Published Friday, March 13, 2015 | 6 p.m.
Updated Saturday, March 14, 2015 | 2:07 p.m.
The moral of this story, before we tell it, is, “Always be aware of the plural.”
To specify: In September 2013, Sylvia Mukhtar called her husband, Mukhtar Omar Sharif Mukhtar, with a twin-pack of important news involving the couple’s pregnancy. A member of the Cirque du Soleil family as a performer, choreographer and director, Mukhtar at the time was in New York working on a performance for Absolut Vodka.
What he heard next required a stiff cocktail.
“Mukhtar, are you sitting down?” Sylvia asked.
“Yes,” he answered.
“Today, I heard the babies’ heartbeats,” Sylvia said, making sure to use the plural of “baby” and “heartbeat.”
“That is very cool,” Mukhtar said, not fully absorbing the information from across the country. He heard “baby” and “heartbeat.”
So Sylvia repeated.
“We’ve got heartbeats,” she said. “Two heartbeats.”
“What?” he asked.
“Yes,” she said.
“Oh … wow!” he said.
So the director with twin names, who seems to perform the tasks of two individuals, and his wife are parents of fraternal twin girls. They are Nahla (she of the straight hair) and Leelah (she of the curly hair), born April 29, 2014. Thus, the family is still experiencing all the “firsts” of the first year of parenting, and at the moment Mukhtar is performing the sort of acrobatics in his life and career for which Cirque du Soleil is famous.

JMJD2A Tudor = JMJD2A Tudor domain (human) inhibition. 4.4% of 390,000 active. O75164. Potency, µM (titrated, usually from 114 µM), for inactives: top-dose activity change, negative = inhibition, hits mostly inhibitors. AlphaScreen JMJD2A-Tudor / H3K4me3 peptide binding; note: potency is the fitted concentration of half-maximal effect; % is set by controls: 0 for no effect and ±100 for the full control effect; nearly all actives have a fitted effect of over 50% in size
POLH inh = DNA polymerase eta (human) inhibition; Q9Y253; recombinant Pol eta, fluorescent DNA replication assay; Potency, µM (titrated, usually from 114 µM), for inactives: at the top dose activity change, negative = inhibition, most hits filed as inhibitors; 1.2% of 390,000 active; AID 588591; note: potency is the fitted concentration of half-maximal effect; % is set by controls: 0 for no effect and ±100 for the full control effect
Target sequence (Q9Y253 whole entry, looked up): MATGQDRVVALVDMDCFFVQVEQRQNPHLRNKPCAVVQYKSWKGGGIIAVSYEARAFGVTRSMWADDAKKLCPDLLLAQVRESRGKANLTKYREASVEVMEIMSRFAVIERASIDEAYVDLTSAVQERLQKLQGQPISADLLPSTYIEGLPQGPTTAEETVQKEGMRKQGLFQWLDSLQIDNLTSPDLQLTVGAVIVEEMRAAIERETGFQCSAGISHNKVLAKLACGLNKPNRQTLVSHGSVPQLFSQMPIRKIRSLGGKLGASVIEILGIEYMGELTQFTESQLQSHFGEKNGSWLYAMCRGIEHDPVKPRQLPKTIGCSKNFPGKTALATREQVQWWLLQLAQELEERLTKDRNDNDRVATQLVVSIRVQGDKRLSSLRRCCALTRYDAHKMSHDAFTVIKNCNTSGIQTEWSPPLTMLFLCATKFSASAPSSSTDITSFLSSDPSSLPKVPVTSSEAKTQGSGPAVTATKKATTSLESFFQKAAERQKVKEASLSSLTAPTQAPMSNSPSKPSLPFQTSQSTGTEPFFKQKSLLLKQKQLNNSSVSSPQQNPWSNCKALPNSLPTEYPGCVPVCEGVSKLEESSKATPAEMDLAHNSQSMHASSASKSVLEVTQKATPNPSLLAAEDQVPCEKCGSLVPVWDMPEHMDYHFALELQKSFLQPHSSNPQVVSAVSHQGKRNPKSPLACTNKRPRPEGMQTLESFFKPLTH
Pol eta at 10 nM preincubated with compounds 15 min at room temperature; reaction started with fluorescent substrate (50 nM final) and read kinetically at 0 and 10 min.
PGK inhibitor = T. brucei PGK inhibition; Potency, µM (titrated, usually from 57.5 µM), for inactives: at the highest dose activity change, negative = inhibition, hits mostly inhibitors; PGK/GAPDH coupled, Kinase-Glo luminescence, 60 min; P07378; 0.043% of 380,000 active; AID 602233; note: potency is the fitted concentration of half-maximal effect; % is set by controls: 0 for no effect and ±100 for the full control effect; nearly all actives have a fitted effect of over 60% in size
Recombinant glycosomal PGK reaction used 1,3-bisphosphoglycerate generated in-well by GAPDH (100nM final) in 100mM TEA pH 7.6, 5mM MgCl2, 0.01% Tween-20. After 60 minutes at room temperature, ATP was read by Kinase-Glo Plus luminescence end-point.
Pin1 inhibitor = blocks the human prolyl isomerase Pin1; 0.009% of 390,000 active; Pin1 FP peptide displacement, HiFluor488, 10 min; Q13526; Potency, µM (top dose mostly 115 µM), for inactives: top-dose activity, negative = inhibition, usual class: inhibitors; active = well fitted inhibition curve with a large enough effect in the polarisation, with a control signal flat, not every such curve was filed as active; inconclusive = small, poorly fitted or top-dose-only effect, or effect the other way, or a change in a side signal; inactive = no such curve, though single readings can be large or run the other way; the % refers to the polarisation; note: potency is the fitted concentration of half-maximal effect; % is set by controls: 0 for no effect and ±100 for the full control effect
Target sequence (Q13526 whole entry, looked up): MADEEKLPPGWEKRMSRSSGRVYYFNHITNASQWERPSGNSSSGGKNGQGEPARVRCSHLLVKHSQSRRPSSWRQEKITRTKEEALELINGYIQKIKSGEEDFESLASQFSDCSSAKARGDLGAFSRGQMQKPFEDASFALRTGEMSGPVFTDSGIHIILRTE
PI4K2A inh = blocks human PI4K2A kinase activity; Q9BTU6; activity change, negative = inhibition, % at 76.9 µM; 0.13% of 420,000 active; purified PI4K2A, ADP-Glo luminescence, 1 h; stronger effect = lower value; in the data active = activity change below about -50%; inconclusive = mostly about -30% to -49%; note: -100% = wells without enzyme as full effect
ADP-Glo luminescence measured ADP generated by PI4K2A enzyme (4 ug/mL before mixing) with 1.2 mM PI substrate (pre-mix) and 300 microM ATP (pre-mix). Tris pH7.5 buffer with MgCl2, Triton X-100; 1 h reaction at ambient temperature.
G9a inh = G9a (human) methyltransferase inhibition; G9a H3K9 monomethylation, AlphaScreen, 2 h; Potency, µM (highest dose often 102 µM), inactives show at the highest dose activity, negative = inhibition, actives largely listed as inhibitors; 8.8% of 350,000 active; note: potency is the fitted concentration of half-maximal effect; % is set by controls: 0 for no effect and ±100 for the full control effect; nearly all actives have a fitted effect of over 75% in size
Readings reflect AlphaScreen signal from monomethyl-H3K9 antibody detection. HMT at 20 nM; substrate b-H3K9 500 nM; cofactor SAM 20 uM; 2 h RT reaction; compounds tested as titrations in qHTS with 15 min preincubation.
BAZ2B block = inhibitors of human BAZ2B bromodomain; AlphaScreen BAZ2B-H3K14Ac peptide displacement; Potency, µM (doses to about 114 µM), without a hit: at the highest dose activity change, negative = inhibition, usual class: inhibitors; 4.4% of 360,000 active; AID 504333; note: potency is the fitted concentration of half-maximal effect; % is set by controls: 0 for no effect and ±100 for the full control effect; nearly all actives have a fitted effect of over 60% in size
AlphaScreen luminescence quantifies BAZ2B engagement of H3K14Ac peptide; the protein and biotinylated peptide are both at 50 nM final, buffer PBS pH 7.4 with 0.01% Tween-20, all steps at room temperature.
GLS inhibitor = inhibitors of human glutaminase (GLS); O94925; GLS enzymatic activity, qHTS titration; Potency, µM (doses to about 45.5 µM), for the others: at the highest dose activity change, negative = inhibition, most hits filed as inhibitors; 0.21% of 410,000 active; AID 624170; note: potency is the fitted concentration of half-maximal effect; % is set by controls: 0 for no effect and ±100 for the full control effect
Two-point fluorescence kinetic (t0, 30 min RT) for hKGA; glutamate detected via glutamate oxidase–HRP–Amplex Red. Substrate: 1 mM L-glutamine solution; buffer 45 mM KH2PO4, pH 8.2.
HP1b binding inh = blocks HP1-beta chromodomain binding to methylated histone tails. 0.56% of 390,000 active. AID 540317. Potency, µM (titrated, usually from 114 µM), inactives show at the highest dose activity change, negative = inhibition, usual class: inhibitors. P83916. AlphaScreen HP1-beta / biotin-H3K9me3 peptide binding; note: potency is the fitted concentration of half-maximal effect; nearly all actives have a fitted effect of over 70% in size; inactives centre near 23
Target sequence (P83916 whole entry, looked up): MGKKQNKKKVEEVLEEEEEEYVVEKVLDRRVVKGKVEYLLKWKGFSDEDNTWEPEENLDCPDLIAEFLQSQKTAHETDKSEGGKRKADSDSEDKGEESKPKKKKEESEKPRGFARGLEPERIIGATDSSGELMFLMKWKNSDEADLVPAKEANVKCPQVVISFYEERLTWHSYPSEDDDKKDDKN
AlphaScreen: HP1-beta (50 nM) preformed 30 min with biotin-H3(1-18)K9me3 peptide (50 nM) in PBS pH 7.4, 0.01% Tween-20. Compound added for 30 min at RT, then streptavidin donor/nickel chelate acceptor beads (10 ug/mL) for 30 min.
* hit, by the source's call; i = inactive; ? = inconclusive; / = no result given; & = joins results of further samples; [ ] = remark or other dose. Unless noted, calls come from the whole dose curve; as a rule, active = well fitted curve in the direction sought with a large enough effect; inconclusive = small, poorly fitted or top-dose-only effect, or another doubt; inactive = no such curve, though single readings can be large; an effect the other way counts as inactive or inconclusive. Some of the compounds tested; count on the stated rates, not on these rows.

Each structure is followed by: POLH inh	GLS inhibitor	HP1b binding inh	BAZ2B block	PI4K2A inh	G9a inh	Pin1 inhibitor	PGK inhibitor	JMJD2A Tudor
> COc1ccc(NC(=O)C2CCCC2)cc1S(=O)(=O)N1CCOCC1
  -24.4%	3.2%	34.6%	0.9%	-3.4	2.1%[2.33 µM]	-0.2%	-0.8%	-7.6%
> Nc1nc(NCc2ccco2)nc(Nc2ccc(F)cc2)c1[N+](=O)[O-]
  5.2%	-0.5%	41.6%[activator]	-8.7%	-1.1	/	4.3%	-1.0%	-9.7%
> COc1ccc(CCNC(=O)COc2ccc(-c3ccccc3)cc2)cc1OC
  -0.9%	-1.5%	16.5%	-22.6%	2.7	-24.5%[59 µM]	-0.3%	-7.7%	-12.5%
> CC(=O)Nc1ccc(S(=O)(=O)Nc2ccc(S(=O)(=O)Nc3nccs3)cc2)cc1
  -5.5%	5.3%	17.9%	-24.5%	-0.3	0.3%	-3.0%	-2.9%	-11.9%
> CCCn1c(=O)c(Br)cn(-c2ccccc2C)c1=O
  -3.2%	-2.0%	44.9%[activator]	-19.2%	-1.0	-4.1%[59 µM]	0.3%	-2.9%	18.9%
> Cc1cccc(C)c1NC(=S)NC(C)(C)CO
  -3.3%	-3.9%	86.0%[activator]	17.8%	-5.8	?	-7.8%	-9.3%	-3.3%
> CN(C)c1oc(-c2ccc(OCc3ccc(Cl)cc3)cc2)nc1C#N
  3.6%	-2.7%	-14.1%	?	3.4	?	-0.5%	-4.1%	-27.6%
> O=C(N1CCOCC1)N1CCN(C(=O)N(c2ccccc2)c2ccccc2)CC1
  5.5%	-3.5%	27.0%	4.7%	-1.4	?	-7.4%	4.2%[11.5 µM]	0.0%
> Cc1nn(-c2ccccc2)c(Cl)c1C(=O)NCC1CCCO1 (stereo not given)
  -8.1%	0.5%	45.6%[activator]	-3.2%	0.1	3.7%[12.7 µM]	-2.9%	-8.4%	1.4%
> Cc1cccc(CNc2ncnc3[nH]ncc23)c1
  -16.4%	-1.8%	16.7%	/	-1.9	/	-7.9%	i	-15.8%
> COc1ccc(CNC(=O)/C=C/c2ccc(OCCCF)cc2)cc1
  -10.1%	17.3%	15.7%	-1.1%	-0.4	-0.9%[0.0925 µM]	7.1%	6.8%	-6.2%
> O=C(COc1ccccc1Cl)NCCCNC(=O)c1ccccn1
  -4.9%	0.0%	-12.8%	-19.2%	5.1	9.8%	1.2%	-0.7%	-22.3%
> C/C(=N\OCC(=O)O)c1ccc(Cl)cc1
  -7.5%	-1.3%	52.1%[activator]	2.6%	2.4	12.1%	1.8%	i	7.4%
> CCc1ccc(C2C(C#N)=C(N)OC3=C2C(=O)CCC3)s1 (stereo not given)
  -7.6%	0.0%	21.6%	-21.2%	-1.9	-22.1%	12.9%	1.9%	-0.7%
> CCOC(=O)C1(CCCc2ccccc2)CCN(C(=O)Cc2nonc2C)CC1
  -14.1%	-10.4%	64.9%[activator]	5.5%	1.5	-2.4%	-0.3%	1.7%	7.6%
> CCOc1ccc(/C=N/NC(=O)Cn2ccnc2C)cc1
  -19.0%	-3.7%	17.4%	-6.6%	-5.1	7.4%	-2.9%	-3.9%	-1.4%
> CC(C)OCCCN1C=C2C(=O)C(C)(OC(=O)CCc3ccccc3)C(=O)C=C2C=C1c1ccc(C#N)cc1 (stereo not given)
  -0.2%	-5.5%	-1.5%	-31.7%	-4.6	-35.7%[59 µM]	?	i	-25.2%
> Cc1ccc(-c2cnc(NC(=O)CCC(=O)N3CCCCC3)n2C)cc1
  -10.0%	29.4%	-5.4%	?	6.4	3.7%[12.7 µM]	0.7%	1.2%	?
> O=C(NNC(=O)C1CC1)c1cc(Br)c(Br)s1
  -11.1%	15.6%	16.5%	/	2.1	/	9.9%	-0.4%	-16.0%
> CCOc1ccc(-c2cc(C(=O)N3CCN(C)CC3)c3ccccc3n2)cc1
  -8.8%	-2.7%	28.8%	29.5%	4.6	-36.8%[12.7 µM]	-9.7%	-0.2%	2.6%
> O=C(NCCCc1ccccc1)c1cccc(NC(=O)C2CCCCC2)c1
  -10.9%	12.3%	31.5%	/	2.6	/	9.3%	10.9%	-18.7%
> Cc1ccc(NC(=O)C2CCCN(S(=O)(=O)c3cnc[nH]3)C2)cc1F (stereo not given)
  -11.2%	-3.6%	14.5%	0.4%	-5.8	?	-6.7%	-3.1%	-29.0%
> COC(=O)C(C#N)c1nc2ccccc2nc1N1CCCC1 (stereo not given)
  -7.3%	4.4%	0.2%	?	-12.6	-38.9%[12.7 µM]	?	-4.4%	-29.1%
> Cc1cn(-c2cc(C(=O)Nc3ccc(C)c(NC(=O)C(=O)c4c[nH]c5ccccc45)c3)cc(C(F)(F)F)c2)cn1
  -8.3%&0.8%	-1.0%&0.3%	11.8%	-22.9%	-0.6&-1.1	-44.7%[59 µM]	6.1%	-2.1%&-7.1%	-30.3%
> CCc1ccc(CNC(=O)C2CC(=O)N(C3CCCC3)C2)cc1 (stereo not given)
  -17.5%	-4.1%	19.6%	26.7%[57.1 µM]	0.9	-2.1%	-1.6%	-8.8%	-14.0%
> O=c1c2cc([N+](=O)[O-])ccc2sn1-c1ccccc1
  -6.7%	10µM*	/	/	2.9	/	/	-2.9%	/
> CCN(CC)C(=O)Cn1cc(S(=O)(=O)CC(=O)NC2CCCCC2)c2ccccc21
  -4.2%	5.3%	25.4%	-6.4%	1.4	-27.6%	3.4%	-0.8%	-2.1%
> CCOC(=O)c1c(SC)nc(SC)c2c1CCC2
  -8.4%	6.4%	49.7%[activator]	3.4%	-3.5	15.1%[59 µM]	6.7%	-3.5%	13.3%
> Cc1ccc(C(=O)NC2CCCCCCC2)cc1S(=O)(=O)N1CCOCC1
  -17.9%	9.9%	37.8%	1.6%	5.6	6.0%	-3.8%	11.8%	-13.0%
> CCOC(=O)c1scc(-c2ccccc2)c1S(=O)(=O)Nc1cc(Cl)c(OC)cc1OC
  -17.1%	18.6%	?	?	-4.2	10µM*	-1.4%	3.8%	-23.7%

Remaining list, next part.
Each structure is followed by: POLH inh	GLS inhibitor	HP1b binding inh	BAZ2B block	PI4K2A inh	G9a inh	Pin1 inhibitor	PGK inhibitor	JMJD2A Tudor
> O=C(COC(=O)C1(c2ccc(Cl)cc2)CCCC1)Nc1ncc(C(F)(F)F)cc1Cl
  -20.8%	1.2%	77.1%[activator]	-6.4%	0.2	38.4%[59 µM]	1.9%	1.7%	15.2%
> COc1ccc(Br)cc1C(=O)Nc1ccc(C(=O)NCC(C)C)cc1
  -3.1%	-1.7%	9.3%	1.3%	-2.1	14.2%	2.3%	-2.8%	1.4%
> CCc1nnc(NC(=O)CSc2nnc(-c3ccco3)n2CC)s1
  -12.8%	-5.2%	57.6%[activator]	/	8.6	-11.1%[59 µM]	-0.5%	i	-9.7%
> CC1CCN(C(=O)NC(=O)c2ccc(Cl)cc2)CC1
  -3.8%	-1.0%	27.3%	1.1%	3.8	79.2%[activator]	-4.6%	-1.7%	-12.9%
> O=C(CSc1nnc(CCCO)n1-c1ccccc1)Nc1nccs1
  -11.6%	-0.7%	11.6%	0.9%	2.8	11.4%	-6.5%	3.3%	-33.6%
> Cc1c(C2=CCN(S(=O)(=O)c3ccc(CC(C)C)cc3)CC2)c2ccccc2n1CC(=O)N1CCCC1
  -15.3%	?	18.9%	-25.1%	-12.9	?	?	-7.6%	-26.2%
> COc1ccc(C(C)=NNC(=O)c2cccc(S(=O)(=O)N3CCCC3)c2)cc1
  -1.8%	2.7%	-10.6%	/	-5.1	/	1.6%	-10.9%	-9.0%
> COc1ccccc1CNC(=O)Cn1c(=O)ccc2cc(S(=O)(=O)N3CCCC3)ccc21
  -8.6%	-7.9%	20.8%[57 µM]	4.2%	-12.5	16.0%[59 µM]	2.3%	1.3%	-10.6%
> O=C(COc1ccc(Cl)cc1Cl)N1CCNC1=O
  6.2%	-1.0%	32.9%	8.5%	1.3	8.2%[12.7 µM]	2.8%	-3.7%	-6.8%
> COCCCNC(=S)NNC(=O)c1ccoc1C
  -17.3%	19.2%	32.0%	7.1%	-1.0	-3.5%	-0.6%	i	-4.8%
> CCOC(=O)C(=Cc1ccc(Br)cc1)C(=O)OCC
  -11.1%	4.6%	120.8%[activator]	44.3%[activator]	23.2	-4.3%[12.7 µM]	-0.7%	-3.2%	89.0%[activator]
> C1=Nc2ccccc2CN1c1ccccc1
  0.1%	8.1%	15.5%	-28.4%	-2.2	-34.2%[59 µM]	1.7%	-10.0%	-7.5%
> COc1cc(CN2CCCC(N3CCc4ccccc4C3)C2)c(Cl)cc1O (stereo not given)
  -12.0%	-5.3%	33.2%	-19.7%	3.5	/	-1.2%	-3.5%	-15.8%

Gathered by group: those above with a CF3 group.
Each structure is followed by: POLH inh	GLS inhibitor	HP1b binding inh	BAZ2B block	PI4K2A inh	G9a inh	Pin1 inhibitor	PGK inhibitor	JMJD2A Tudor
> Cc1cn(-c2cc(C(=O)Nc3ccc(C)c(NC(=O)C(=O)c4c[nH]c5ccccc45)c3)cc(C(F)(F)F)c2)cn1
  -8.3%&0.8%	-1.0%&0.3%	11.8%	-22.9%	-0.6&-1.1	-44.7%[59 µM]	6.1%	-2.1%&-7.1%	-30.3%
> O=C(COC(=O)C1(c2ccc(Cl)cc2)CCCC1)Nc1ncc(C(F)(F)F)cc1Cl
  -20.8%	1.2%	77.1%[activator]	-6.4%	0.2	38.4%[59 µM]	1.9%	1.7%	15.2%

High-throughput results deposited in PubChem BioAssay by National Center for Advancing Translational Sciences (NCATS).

A former artist and choreographer in “The Beatles Love” at the Mirage, he is once more the director of the annual “One Night for One Drop” fundraising show, which this year is set for the Love Theater. The show is 7:30 p.m. Friday (for information about the show and the foundation, go to OneDrop.org/onenight).
Simply, “One Night for One Drop” is a production that draws performers and directors from all eight Cirque shows in Las Vegas in an effort to raise funds and awareness for One Drop, Cirque’s philanthropic organization that focuses on water access and conservation around the world. One Drop’s global initiatives are centered on improving water distribution and use in impoverished regions, and the show reflects such deeply held traditions as “Walk for Water” in developing nations.
The foundation, a pet project of Cirque founder Guy Laliberte, also has developed an educational program in Southern Nevada (which for years has been gripped by drought) through a partnership with Springs Preserve.
“One Night” debuted in 2013 at O Theater in Bellagio and was staged last year at Michael Jackson One Theater in Mandalay Bay.